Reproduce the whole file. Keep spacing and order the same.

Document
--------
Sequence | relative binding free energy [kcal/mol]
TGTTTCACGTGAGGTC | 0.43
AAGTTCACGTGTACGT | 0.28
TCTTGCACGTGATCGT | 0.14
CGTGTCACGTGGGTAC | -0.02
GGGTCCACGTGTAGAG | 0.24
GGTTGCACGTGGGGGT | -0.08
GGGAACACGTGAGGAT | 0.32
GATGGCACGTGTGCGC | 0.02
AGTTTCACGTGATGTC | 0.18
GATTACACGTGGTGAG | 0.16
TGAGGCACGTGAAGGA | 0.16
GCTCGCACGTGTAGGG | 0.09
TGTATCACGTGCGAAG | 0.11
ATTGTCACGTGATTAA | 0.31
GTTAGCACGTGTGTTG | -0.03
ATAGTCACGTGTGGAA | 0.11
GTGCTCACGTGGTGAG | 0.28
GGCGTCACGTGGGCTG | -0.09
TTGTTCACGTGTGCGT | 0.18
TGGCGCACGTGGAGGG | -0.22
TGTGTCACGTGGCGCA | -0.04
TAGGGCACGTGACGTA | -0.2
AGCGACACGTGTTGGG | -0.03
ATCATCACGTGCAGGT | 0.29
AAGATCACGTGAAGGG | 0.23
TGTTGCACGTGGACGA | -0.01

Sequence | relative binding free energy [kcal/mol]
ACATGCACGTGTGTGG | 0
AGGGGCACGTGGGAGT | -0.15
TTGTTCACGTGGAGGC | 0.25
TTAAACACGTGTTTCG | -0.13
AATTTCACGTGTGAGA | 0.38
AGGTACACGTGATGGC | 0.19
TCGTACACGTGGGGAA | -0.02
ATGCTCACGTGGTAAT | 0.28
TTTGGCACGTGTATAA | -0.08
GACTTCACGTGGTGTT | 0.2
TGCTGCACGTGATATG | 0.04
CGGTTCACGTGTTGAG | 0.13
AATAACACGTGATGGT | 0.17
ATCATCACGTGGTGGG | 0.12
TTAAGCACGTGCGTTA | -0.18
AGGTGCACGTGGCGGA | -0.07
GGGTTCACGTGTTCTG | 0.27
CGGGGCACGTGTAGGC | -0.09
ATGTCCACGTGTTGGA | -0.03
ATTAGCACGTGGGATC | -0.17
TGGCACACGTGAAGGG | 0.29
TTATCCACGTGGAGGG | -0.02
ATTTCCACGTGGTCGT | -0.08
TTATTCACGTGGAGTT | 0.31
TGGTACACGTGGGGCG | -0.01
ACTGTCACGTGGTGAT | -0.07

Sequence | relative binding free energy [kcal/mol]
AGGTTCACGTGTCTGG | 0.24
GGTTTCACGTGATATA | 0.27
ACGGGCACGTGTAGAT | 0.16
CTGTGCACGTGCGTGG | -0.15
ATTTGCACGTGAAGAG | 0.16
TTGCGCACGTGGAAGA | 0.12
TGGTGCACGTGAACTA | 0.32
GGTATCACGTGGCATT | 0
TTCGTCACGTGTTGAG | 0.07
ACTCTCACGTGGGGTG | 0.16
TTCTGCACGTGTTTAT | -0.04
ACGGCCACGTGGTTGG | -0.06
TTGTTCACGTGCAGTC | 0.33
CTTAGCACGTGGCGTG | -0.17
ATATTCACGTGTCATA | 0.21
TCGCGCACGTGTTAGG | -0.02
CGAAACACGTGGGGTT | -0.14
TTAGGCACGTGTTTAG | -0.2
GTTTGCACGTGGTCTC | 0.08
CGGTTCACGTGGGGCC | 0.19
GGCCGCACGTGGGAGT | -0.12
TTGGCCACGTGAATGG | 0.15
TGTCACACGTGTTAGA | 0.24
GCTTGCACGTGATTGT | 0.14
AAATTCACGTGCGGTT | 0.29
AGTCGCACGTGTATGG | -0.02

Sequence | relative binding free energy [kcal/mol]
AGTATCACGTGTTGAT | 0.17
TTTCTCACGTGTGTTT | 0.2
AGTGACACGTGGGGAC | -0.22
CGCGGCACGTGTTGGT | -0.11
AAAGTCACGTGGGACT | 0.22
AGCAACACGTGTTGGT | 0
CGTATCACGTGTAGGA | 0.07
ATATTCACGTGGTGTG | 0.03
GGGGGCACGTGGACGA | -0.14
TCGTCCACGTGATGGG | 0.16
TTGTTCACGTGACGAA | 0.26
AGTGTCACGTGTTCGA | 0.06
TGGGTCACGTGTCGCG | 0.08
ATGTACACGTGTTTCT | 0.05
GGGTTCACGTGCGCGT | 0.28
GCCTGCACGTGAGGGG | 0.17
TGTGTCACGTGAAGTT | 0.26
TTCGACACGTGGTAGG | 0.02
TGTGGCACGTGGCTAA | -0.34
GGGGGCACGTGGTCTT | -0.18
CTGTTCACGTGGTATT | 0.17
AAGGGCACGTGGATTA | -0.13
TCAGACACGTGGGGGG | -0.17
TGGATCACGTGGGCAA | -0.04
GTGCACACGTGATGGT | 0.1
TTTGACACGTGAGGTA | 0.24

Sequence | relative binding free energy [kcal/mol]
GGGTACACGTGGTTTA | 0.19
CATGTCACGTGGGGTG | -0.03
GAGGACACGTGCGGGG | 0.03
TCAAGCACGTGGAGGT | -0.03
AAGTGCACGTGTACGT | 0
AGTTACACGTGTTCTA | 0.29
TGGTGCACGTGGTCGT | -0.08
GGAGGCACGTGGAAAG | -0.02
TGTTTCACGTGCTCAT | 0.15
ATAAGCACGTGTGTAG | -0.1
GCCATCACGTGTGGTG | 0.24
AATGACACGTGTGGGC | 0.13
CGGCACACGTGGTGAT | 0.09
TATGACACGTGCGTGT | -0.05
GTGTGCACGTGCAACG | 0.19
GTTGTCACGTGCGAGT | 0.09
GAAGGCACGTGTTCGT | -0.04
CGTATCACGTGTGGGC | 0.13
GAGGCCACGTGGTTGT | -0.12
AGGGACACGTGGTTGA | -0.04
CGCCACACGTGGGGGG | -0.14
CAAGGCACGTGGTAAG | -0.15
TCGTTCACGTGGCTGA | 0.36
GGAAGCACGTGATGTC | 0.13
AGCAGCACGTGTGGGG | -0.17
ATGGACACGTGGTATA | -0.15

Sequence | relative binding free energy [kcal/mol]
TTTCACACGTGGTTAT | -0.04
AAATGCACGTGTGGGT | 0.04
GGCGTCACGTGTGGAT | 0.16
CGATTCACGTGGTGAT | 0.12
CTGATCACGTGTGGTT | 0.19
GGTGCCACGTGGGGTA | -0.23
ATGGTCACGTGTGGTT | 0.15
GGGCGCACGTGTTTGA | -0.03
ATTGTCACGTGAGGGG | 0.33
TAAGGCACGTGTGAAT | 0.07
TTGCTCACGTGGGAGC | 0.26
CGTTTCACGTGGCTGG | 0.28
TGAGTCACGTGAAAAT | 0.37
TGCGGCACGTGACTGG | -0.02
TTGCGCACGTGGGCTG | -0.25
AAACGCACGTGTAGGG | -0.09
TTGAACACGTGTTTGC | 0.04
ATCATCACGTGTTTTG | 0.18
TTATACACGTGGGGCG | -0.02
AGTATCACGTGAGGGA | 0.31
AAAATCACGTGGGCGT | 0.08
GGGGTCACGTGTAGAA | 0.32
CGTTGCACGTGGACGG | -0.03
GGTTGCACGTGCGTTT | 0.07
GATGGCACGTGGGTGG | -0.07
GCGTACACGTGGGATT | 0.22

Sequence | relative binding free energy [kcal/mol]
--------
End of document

Sequence | relative binding free energy [kcal/mol]
TGTTTCACGTGAGGTC | 0.43
AAGTTCACGTGTACGT | 0.28
TCTTGCACGTGATCGT | 0.14
CGTGTCACGTGGGTAC | -0.02
GGGTCCACGTGTAGAG | 0.24
GGTTGCACGTGGGGGT | -0.08
GGGAACACGTGAGGAT | 0.32
GATGGCACGTGTGCGC | 0.02
AGTTTCACGTGATGTC | 0.18
GATTACACGTGGTGAG | 0.16
TGAGGCACGTGAAGGA | 0.16
GCTCGCACGTGTAGGG | 0.09
TGTATCACGTGCGAAG | 0.11
ATTGTCACGTGATTAA | 0.31
GTTAGCACGTGTGTTG | -0.03
ATAGTCACGTGTGGAA | 0.11
GTGCTCACGTGGTGAG | 0.28
GGCGTCACGTGGGCTG | -0.09
TTGTTCACGTGTGCGT | 0.18
TGGCGCACGTGGAGGG | -0.22
TGTGTCACGTGGCGCA | -0.04
TAGGGCACGTGACGTA | -0.2
AGCGACACGTGTTGGG | -0.03
ATCATCACGTGCAGGT | 0.29
AAGATCACGTGAAGGG | 0.23
TGTTGCACGTGGACGA | -0.01

Sequence | relative binding free energy [kcal/mol]
ACATGCACGTGTGTGG | 0
AGGGGCACGTGGGAGT | -0.15
TTGTTCACGTGGAGGC | 0.25
TTAAACACGTGTTTCG | -0.13
AATTTCACGTGTGAGA | 0.38
AGGTACACGTGATGGC | 0.19
TCGTACACGTGGGGAA | -0.02
ATGCTCACGTGGTAAT | 0.28
TTTGGCACGTGTATAA | -0.08
GACTTCACGTGGTGTT | 0.2
TGCTGCACGTGATATG | 0.04
CGGTTCACGTGTTGAG | 0.13
AATAACACGTGATGGT | 0.17
ATCATCACGTGGTGGG | 0.12
TTAAGCACGTGCGTTA | -0.18
AGGTGCACGTGGCGGA | -0.07
GGGTTCACGTGTTCTG | 0.27
CGGGGCACGTGTAGGC | -0.09
ATGTCCACGTGTTGGA | -0.03
ATTAGCACGTGGGATC | -0.17
TGGCACACGTGAAGGG | 0.29
TTATCCACGTGGAGGG | -0.02
ATTTCCACGTGGTCGT | -0.08
TTATTCACGTGGAGTT | 0.31
TGGTACACGTGGGGCG | -0.01
ACTGTCACGTGGTGAT | -0.07

Sequence | relative binding free energy [kcal/mol]
AGGTTCACGTGTCTGG | 0.24
GGTTTCACGTGATATA | 0.27
ACGGGCACGTGTAGAT | 0.16
CTGTGCACGTGCGTGG | -0.15
ATTTGCACGTGAAGAG | 0.16
TTGCGCACGTGGAAGA | 0.12
TGGTGCACGTGAACTA | 0.32
GGTATCACGTGGCATT | 0
TTCGTCACGTGTTGAG | 0.07
ACTCTCACGTGGGGTG | 0.16
TTCTGCACGTGTTTAT | -0.04
ACGGCCACGTGGTTGG | -0.06
TTGTTCACGTGCAGTC | 0.33
CTTAGCACGTGGCGTG | -0.17
ATATTCACGTGTCATA | 0.21
TCGCGCACGTGTTAGG | -0.02
CGAAACACGTGGGGTT | -0.14
TTAGGCACGTGTTTAG | -0.2
GTTTGCACGTGGTCTC | 0.08
CGGTTCACGTGGGGCC | 0.19
GGCCGCACGTGGGAGT | -0.12
TTGGCCACGTGAATGG | 0.15
TGTCACACGTGTTAGA | 0.24
GCTTGCACGTGATTGT | 0.14
AAATTCACGTGCGGTT | 0.29
AGTCGCACGTGTATGG | -0.02

Sequence | relative binding free energy [kcal/mol]
AGTATCACGTGTTGAT | 0.17
TTTCTCACGTGTGTTT | 0.2
AGTGACACGTGGGGAC | -0.22
CGCGGCACGTGTTGGT | -0.11
AAAGTCACGTGGGACT | 0.22
AGCAACACGTGTTGGT | 0
CGTATCACGTGTAGGA | 0.07
ATATTCACGTGGTGTG | 0.03
GGGGGCACGTGGACGA | -0.14
TCGTCCACGTGATGGG | 0.16
TTGTTCACGTGACGAA | 0.26
AGTGTCACGTGTTCGA | 0.06
TGGGTCACGTGTCGCG | 0.08
ATGTACACGTGTTTCT | 0.05
GGGTTCACGTGCGCGT | 0.28
GCCTGCACGTGAGGGG | 0.17
TGTGTCACGTGAAGTT | 0.26
TTCGACACGTGGTAGG | 0.02
TGTGGCACGTGGCTAA | -0.34
GGGGGCACGTGGTCTT | -0.18
CTGTTCACGTGGTATT | 0.17
AAGGGCACGTGGATTA | -0.13
TCAGACACGTGGGGGG | -0.17
TGGATCACGTGGGCAA | -0.04
GTGCACACGTGATGGT | 0.1
TTTGACACGTGAGGTA | 0.24

Sequence | relative binding free energy [kcal/mol]
GGGTACACGTGGTTTA | 0.19
CATGTCACGTGGGGTG | -0.03
GAGGACACGTGCGGGG | 0.03
TCAAGCACGTGGAGGT | -0.03
AAGTGCACGTGTACGT | 0
AGTTACACGTGTTCTA | 0.29
TGGTGCACGTGGTCGT | -0.08
GGAGGCACGTGGAAAG | -0.02
TGTTTCACGTGCTCAT | 0.15
ATAAGCACGTGTGTAG | -0.1
GCCATCACGTGTGGTG | 0.24
AATGACACGTGTGGGC | 0.13
CGGCACACGTGGTGAT | 0.09
TATGACACGTGCGTGT | -0.05
GTGTGCACGTGCAACG | 0.19
GTTGTCACGTGCGAGT | 0.09
GAAGGCACGTGTTCGT | -0.04
CGTATCACGTGTGGGC | 0.13
GAGGCCACGTGGTTGT | -0.12
AGGGACACGTGGTTGA | -0.04
CGCCACACGTGGGGGG | -0.14
CAAGGCACGTGGTAAG | -0.15
TCGTTCACGTGGCTGA | 0.36
GGAAGCACGTGATGTC | 0.13
AGCAGCACGTGTGGGG | -0.17
ATGGACACGTGGTATA | -0.15

Sequence | relative binding free energy [kcal/mol]
TTTCACACGTGGTTAT | -0.04
AAATGCACGTGTGGGT | 0.04
GGCGTCACGTGTGGAT | 0.16
CGATTCACGTGGTGAT | 0.12
CTGATCACGTGTGGTT | 0.19
GGTGCCACGTGGGGTA | -0.23
ATGGTCACGTGTGGTT | 0.15
GGGCGCACGTGTTTGA | -0.03
ATTGTCACGTGAGGGG | 0.33
TAAGGCACGTGTGAAT | 0.07
TTGCTCACGTGGGAGC | 0.26
CGTTTCACGTGGCTGG | 0.28
TGAGTCACGTGAAAAT | 0.37
TGCGGCACGTGACTGG | -0.02
TTGCGCACGTGGGCTG | -0.25
AAACGCACGTGTAGGG | -0.09
TTGAACACGTGTTTGC | 0.04
ATCATCACGTGTTTTG | 0.18
TTATACACGTGGGGCG | -0.02
AGTATCACGTGAGGGA | 0.31
AAAATCACGTGGGCGT | 0.08
GGGGTCACGTGTAGAA | 0.32
CGTTGCACGTGGACGG | -0.03
GGTTGCACGTGCGTTT | 0.07
GATGGCACGTGGGTGG | -0.07
GCGTACACGTGGGATT | 0.22

Sequence | relative binding free energy [kcal/mol]